Last edited by Opus_Maximus; 07/16/18 01:47 AM.
Re: Advice for New College Grads [Re: Opus_Maximus] #2752017
07/17/18 01:28 AM
07/17/18 01:28 AM
Joined: Aug 2007
Posts: 7,647
Orange County, CA
AZNpiano Offline OP
7000 Post Club Member
AZNpiano  Offline OP
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Joined: Aug 2007
Posts: 7,647
Orange County, CA
Originally Posted by Opus_Maximus
Such things are very rare, but they are out there. So keep an eye out for who is moving, quitting, retiring, or expiring!!

Funny you mentioned that. My first branch of MTAC was full of teachers over 70 years old, and many did quit, retire, and die. I did inherit a few of these students (including one VERY talented student who had been held back by the old lady), but the vast majority of these students quit lessons right when the teachers quit. Also, these teachers have pre-planned their semi-retirement, so we're not even talking about full studios--at most 4 or 5 students. There was one teacher who died very suddenly, but all of her students went to the cheap teachers in my branch.

And speaking of teachers who are retiring or moving: I am dealing with the remnants of their studios right now. NOT a pretty sight.


Private Piano Teacher and MTAC Member
Re: Advice for New College Grads [Re: AZNpiano] #2752134
07/17/18 12:58 PM
07/17/18 12:58 PM
Joined: Apr 2005
Posts: 10,940
Williamsburg, VA
Piano*Dad Offline
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Williamsburg, VA
If you have the chops to perform solo or in an ensemble, I can't imagine a better way for a trained musician to sustain themselves while they sort out the wide variety of options for making a reasonable living over the long run. If you live in an urban area of any size, there are lots of ways to earn some money and some exposure in the gig economy. Some people can work or sub as studio musicians. If they have the training, some can work on the technical side of music recording and performance. Some may collaborate with other recent graduates in forming small ensembles (classical, pop, whatever) that have a good niche in the area. Exposure is good. Options are good. You never know which door may open, so keep as many of them unlocked as possible!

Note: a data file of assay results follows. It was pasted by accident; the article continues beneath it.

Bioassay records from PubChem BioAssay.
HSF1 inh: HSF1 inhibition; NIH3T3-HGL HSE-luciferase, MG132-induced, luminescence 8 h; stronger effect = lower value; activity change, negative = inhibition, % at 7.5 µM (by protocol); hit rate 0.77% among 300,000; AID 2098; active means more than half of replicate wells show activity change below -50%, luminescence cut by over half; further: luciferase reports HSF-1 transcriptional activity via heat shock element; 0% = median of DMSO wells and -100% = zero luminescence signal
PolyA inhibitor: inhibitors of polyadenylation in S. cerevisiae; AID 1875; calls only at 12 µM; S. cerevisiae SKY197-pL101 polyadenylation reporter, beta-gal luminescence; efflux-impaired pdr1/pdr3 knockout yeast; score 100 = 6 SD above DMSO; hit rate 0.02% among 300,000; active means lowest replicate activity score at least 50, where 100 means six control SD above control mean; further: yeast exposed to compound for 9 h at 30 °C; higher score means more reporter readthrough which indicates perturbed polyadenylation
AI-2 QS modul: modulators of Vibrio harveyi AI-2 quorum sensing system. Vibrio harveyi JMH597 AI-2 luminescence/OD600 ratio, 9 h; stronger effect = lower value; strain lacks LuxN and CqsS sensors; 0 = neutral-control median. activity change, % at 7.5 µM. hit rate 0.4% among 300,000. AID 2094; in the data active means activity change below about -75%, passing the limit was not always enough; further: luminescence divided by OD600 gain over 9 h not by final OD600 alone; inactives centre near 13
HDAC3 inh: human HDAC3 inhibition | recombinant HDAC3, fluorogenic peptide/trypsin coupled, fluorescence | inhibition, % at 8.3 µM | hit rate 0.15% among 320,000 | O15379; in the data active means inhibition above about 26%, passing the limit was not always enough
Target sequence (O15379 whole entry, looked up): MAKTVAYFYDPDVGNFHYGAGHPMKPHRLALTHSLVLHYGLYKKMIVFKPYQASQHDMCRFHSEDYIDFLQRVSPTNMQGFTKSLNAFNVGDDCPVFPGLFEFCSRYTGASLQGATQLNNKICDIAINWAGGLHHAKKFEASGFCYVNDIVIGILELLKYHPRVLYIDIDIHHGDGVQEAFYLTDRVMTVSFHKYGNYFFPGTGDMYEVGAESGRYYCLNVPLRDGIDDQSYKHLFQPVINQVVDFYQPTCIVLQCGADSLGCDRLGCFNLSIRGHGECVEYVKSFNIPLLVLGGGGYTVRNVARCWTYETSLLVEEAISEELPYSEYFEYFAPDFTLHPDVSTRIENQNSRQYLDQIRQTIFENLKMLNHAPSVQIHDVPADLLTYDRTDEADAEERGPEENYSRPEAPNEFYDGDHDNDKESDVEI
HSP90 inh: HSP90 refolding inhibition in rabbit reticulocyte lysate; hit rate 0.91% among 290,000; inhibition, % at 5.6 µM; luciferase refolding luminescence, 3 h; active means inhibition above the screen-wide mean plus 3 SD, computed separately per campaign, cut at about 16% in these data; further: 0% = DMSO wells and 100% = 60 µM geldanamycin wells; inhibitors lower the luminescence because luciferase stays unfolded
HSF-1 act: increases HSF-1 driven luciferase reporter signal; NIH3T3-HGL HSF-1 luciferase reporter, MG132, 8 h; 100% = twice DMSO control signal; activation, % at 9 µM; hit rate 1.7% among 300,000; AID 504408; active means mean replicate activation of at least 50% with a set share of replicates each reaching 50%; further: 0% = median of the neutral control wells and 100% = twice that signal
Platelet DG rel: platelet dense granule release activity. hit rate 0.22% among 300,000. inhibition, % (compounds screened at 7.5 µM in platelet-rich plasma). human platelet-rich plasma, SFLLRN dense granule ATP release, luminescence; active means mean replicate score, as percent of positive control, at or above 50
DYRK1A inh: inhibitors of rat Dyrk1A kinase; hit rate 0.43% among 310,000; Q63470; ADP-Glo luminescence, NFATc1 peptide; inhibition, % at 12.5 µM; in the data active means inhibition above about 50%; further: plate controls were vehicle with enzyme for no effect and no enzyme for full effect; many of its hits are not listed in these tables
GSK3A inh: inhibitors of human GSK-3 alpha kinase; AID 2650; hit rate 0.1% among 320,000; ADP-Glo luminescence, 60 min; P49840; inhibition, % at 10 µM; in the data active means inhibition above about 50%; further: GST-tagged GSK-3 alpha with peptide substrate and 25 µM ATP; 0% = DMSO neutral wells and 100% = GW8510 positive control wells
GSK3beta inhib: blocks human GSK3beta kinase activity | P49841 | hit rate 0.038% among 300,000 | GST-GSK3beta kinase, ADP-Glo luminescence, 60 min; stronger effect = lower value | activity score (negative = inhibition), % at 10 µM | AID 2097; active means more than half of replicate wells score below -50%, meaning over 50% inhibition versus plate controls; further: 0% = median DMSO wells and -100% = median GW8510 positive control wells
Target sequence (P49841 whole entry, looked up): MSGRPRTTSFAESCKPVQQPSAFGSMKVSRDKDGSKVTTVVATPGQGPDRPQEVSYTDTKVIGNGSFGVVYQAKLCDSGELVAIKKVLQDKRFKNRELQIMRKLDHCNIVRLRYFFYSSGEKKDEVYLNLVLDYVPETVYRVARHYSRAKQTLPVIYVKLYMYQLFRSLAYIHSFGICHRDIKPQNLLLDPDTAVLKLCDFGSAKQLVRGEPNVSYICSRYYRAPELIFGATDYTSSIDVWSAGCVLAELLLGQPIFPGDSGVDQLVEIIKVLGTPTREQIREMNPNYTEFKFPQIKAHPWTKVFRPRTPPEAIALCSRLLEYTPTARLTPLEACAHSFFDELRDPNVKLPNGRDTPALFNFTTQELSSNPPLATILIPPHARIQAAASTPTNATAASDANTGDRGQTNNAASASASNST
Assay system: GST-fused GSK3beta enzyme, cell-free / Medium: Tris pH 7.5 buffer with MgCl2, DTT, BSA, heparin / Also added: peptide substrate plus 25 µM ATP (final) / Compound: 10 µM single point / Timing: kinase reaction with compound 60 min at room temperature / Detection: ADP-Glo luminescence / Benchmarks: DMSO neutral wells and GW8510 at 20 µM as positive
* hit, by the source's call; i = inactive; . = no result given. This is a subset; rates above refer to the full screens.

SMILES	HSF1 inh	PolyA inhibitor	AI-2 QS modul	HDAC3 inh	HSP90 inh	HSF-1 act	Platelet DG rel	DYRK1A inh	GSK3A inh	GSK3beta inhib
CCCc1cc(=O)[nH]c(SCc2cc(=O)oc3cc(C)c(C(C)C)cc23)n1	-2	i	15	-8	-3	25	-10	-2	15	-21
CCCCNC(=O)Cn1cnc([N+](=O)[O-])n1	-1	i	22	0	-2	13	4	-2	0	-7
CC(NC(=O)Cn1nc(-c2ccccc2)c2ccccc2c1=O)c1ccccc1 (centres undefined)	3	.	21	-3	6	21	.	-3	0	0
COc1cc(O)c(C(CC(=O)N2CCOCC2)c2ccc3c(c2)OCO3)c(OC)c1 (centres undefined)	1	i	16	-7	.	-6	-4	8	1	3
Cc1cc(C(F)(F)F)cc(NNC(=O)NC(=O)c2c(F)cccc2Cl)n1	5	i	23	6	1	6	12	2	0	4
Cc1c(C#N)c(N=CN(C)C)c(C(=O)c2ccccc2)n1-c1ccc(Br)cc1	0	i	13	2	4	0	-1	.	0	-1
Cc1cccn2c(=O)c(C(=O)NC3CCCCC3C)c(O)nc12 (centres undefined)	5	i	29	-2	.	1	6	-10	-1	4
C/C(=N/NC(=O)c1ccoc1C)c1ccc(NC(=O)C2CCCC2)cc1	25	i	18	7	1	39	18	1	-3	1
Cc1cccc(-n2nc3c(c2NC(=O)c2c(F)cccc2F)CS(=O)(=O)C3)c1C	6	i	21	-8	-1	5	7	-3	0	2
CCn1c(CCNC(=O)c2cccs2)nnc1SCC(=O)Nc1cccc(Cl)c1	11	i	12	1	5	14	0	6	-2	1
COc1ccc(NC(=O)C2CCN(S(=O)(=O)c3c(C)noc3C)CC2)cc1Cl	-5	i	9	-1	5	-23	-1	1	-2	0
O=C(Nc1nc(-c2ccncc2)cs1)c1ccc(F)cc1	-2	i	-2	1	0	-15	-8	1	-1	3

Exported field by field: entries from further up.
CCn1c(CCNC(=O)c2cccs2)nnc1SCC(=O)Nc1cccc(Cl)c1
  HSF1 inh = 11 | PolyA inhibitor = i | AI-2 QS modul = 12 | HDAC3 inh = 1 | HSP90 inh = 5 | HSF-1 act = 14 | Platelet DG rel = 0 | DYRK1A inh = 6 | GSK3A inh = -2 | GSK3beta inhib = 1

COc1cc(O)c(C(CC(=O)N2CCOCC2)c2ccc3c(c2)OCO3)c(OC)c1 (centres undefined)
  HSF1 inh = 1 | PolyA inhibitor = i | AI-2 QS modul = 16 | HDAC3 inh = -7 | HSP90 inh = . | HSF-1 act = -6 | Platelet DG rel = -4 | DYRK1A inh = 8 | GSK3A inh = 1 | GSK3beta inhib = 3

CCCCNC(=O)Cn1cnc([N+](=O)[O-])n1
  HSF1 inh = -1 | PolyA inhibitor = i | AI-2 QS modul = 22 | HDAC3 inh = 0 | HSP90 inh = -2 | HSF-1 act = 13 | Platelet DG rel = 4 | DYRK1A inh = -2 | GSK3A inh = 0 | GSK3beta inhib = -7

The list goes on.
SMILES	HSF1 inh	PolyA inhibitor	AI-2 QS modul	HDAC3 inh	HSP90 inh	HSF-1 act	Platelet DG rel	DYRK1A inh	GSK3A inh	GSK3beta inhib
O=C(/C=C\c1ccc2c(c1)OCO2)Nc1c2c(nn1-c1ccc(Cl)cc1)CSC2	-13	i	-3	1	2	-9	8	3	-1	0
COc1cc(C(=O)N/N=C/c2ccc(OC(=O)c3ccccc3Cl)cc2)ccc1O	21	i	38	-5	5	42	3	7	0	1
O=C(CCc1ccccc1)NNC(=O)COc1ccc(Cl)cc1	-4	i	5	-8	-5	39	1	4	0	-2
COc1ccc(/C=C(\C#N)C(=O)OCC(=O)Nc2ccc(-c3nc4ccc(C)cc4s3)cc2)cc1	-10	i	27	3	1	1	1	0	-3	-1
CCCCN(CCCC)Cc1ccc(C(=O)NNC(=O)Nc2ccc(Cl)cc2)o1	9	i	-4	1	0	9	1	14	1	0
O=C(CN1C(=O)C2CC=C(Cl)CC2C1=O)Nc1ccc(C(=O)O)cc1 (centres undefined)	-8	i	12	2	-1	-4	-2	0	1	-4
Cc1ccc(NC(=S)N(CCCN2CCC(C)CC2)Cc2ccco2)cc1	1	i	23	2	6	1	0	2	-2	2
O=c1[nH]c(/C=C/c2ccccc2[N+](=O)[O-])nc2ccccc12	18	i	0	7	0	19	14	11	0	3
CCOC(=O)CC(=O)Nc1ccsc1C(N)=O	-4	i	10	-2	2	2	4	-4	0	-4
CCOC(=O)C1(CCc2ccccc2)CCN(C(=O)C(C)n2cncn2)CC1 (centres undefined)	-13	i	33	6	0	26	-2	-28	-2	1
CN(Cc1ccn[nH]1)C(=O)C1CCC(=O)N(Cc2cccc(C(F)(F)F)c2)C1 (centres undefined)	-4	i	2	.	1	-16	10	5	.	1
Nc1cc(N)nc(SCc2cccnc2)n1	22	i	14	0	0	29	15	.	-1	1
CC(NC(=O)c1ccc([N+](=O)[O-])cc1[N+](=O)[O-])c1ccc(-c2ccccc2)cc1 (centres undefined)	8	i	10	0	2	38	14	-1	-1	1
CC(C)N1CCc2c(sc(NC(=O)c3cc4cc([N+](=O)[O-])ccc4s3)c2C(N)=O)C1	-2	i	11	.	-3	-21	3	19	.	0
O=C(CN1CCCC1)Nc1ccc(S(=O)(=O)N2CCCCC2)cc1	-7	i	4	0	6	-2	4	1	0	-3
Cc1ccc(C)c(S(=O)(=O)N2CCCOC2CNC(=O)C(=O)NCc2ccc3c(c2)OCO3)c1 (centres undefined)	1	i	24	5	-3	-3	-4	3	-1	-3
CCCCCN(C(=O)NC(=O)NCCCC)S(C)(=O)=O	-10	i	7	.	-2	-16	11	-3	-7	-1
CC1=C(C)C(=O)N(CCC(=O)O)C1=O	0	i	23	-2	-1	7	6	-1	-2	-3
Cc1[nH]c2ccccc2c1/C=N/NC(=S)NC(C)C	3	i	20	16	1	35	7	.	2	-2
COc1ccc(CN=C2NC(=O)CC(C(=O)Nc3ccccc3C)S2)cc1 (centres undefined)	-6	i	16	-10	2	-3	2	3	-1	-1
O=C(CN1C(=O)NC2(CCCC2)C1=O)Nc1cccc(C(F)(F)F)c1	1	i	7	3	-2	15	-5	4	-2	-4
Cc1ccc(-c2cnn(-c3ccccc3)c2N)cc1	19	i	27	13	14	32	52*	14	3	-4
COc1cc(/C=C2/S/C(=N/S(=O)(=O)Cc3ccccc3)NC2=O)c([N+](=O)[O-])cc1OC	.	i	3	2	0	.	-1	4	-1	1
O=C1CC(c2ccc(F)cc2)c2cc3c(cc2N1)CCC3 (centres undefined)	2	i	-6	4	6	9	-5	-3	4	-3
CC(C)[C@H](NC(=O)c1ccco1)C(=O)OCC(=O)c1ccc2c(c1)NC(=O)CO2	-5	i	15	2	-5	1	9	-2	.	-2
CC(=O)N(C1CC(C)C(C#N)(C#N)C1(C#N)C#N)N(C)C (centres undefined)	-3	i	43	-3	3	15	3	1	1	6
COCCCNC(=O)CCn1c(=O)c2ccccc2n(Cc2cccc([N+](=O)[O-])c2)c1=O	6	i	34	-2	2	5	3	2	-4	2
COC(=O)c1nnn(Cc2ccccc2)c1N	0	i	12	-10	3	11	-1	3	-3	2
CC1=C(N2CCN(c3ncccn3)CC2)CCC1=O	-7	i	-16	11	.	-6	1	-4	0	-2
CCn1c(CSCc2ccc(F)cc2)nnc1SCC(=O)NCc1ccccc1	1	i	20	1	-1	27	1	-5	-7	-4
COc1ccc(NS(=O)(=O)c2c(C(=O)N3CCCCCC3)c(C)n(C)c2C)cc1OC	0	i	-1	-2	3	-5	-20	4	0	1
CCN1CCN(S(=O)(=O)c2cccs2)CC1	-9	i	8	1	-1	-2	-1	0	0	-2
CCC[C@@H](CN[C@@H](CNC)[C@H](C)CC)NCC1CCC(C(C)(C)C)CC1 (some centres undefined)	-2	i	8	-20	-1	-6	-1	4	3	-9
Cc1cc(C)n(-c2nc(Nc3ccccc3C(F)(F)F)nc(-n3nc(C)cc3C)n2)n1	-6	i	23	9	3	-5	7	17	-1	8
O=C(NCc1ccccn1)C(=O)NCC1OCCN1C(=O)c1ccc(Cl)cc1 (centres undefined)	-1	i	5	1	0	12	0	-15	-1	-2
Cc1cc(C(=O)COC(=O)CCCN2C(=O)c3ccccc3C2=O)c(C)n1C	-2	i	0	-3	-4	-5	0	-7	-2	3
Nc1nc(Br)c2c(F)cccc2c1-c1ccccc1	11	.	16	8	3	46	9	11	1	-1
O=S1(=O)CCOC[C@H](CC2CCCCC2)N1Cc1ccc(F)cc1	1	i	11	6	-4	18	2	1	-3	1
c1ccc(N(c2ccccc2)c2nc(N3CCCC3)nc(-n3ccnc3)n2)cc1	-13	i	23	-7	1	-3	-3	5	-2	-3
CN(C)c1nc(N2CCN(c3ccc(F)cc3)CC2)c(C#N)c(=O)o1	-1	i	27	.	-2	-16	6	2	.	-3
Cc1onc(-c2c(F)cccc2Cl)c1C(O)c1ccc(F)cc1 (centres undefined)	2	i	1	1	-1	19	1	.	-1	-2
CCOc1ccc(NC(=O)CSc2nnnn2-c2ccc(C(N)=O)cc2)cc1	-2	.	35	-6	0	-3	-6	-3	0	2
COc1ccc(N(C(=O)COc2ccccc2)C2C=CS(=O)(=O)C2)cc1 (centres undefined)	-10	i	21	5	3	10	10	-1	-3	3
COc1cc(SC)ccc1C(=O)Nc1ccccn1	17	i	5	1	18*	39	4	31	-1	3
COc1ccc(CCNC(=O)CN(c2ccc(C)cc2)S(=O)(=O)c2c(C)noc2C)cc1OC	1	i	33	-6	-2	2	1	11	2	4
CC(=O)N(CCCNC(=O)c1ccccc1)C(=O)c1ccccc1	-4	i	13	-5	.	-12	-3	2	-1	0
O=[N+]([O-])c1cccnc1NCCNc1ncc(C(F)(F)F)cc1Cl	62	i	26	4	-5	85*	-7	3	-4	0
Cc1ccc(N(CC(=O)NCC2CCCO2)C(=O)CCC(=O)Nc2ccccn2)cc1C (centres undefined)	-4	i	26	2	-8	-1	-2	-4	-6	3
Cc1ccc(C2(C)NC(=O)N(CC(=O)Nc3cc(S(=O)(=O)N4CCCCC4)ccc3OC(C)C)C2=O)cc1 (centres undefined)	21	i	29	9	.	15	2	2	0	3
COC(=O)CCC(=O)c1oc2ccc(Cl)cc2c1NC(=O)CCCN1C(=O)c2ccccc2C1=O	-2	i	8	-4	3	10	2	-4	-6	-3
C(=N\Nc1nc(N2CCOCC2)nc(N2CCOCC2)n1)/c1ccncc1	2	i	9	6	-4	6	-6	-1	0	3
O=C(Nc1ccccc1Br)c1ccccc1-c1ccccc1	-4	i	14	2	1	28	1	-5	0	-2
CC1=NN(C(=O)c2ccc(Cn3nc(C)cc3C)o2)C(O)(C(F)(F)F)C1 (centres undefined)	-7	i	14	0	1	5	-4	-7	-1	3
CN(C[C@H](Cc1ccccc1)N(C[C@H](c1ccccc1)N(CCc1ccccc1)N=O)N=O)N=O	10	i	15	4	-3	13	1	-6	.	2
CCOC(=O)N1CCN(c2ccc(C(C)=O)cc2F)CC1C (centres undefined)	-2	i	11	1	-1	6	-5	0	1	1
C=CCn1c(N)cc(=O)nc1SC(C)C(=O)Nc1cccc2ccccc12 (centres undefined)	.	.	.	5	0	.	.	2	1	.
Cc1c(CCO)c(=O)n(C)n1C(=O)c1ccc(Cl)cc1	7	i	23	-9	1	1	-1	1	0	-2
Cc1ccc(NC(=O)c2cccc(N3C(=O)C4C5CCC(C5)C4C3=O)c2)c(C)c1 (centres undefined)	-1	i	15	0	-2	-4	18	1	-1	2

Re: Advice for New College Grads [Re: Piano*Dad] #2752303
07/18/18 03:49 AM
07/18/18 03:49 AM
Joined: Aug 2007
Posts: 7,647
Orange County, CA
AZNpiano Offline OP
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AZNpiano  Offline OP
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Joined: Aug 2007
Posts: 7,647
Orange County, CA
Originally Posted by Piano*Dad
some exposure in the gig economy

I've been in the business for many years now, and I must say the gig economy is not good for us classically-trained musicians. And in an urban/suburban area like ours, there are SO MANY of us vying for a small number of available jobs, and most people get these jobs through networking and personal connections. I can imagine these recent grads taking maybe a church job, where they'll have one or two rehearsals on weekday nights, plus work Sunday morning. There are also accompanist jobs with singers and other instrumentalists.. But these overlap the hours of available work for teaching private students.

I'm thinking about telling them to look into other areas of work during non-peak teaching hours. For example, they can be substitute teachers during school hours, or go work at a bank, or even retail. I think I got lucky because my public school job matched perfectly with the hours of teaching private students--but I certainly don't miss waking up at 6:15 in the morning!!